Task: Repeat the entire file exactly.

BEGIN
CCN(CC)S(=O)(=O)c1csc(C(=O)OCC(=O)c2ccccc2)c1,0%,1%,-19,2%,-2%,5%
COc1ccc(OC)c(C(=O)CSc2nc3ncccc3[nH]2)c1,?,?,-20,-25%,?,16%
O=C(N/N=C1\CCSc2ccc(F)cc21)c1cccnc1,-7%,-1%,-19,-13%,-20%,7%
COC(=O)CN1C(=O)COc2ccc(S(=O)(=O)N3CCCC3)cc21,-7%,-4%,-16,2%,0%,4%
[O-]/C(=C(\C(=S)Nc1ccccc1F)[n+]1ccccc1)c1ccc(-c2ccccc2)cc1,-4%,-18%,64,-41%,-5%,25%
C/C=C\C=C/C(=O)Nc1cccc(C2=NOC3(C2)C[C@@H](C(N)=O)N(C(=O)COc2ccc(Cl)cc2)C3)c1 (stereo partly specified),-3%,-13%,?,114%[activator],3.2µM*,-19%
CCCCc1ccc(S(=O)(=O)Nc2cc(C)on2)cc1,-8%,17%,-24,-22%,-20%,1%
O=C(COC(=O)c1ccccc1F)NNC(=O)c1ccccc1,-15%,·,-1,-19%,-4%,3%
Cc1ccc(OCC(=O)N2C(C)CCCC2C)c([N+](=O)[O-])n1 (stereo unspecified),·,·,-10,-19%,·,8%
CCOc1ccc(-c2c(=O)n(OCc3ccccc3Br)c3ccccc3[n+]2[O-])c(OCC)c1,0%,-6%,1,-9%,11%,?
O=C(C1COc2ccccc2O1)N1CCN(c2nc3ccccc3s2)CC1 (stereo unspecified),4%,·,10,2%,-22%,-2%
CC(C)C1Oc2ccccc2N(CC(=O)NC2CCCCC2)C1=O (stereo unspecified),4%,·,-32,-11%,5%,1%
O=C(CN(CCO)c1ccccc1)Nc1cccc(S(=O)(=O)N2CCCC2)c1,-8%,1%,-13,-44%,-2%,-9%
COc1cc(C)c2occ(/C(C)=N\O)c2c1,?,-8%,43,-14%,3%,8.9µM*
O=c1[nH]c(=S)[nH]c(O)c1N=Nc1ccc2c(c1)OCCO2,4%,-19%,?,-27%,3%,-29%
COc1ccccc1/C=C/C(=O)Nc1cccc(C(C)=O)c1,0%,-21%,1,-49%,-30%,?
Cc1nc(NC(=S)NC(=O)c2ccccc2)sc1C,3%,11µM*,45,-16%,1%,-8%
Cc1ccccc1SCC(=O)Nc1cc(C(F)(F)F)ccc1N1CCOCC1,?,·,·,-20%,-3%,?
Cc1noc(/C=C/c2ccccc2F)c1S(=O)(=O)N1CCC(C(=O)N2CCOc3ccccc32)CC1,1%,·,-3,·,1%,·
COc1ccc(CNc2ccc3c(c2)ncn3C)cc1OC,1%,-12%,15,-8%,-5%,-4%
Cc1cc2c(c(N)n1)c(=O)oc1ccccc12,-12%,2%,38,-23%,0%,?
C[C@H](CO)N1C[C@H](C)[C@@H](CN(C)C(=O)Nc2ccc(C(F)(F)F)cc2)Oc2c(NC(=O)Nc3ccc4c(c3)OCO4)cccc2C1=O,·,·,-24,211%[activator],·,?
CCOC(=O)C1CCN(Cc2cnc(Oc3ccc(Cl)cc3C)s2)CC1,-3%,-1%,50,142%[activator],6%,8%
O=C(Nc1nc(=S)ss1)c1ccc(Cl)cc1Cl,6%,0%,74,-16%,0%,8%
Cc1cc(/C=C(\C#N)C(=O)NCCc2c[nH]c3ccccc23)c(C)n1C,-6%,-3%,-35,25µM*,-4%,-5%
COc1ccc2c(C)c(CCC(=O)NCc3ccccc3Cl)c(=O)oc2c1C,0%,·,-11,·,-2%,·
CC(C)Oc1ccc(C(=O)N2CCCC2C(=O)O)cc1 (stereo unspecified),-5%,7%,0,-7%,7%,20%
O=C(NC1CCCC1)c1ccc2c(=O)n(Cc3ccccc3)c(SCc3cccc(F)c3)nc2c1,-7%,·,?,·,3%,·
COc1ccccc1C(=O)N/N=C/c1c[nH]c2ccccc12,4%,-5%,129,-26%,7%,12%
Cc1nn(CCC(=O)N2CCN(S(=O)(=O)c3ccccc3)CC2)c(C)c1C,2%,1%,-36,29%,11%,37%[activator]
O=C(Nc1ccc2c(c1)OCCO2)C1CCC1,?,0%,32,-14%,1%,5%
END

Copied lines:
CCN(CC)S(=O)(=O)c1csc(C(=O)OCC(=O)c2ccccc2)c1,0%,1%,-19,2%,-2%,5%
COc1ccc(OC)c(C(=O)CSc2nc3ncccc3[nH]2)c1,?,?,-20,-25%,?,16%
O=C(N/N=C1\CCSc2ccc(F)cc21)c1cccnc1,-7%,-1%,-19,-13%,-20%,7%
COC(=O)CN1C(=O)COc2ccc(S(=O)(=O)N3CCCC3)cc21,-7%,-4%,-16,2%,0%,4%
[O-]/C(=C(\C(=S)Nc1ccccc1F)[n+]1ccccc1)c1ccc(-c2ccccc2)cc1,-4%,-18%,64,-41%,-5%,25%
C/C=C\C=C/C(=O)Nc1cccc(C2=NOC3(C2)C[C@@H](C(N)=O)N(C(=O)COc2ccc(Cl)cc2)C3)c1 (stereo partly specified),-3%,-13%,?,114%[activator],3.2µM*,-19%
CCCCc1ccc(S(=O)(=O)Nc2cc(C)on2)cc1,-8%,17%,-24,-22%,-20%,1%
O=C(COC(=O)c1ccccc1F)NNC(=O)c1ccccc1,-15%,·,-1,-19%,-4%,3%
Cc1ccc(OCC(=O)N2C(C)CCCC2C)c([N+](=O)[O-])n1 (stereo unspecified),·,·,-10,-19%,·,8%
CCOc1ccc(-c2c(=O)n(OCc3ccccc3Br)c3ccccc3[n+]2[O-])c(OCC)c1,0%,-6%,1,-9%,11%,?
O=C(C1COc2ccccc2O1)N1CCN(c2nc3ccccc3s2)CC1 (stereo unspecified),4%,·,10,2%,-22%,-2%
CC(C)C1Oc2ccccc2N(CC(=O)NC2CCCCC2)C1=O (stereo unspecified),4%,·,-32,-11%,5%,1%
O=C(CN(CCO)c1ccccc1)Nc1cccc(S(=O)(=O)N2CCCC2)c1,-8%,1%,-13,-44%,-2%,-9%
COc1cc(C)c2occ(/C(C)=N\O)c2c1,?,-8%,43,-14%,3%,8.9µM*
O=c1[nH]c(=S)[nH]c(O)c1N=Nc1ccc2c(c1)OCCO2,4%,-19%,?,-27%,3%,-29%
COc1ccccc1/C=C/C(=O)Nc1cccc(C(C)=O)c1,0%,-21%,1,-49%,-30%,?
Cc1nc(NC(=S)NC(=O)c2ccccc2)sc1C,3%,11µM*,45,-16%,1%,-8%
Cc1ccccc1SCC(=O)Nc1cc(C(F)(F)F)ccc1N1CCOCC1,?,·,·,-20%,-3%,?
Cc1noc(/C=C/c2ccccc2F)c1S(=O)(=O)N1CCC(C(=O)N2CCOc3ccccc32)CC1,1%,·,-3,·,1%,·
COc1ccc(CNc2ccc3c(c2)ncn3C)cc1OC,1%,-12%,15,-8%,-5%,-4%
Cc1cc2c(c(N)n1)c(=O)oc1ccccc12,-12%,2%,38,-23%,0%,?
C[C@H](CO)N1C[C@H](C)[C@@H](CN(C)C(=O)Nc2ccc(C(F)(F)F)cc2)Oc2c(NC(=O)Nc3ccc4c(c3)OCO4)cccc2C1=O,·,·,-24,211%[activator],·,?
CCOC(=O)C1CCN(Cc2cnc(Oc3ccc(Cl)cc3C)s2)CC1,-3%,-1%,50,142%[activator],6%,8%
O=C(Nc1nc(=S)ss1)c1ccc(Cl)cc1Cl,6%,0%,74,-16%,0%,8%
Cc1cc(/C=C(\C#N)C(=O)NCCc2c[nH]c3ccccc23)c(C)n1C,-6%,-3%,-35,25µM*,-4%,-5%
COc1ccc2c(C)c(CCC(=O)NCc3ccccc3Cl)c(=O)oc2c1C,0%,·,-11,·,-2%,·
CC(C)Oc1ccc(C(=O)N2CCCC2C(=O)O)cc1 (stereo unspecified),-5%,7%,0,-7%,7%,20%
O=C(NC1CCCC1)c1ccc2c(=O)n(Cc3ccccc3)c(SCc3cccc(F)c3)nc2c1,-7%,·,?,·,3%,·
COc1ccccc1C(=O)N/N=C/c1c[nH]c2ccccc12,4%,-5%,129,-26%,7%,12%
Cc1nn(CCC(=O)N2CCN(S(=O)(=O)c3ccccc3)CC2)c(C)c1C,2%,1%,-36,29%,11%,37%[activator]
O=C(Nc1ccc2c(c1)OCCO2)C1CCC1,?,0%,32,-14%,1%,5%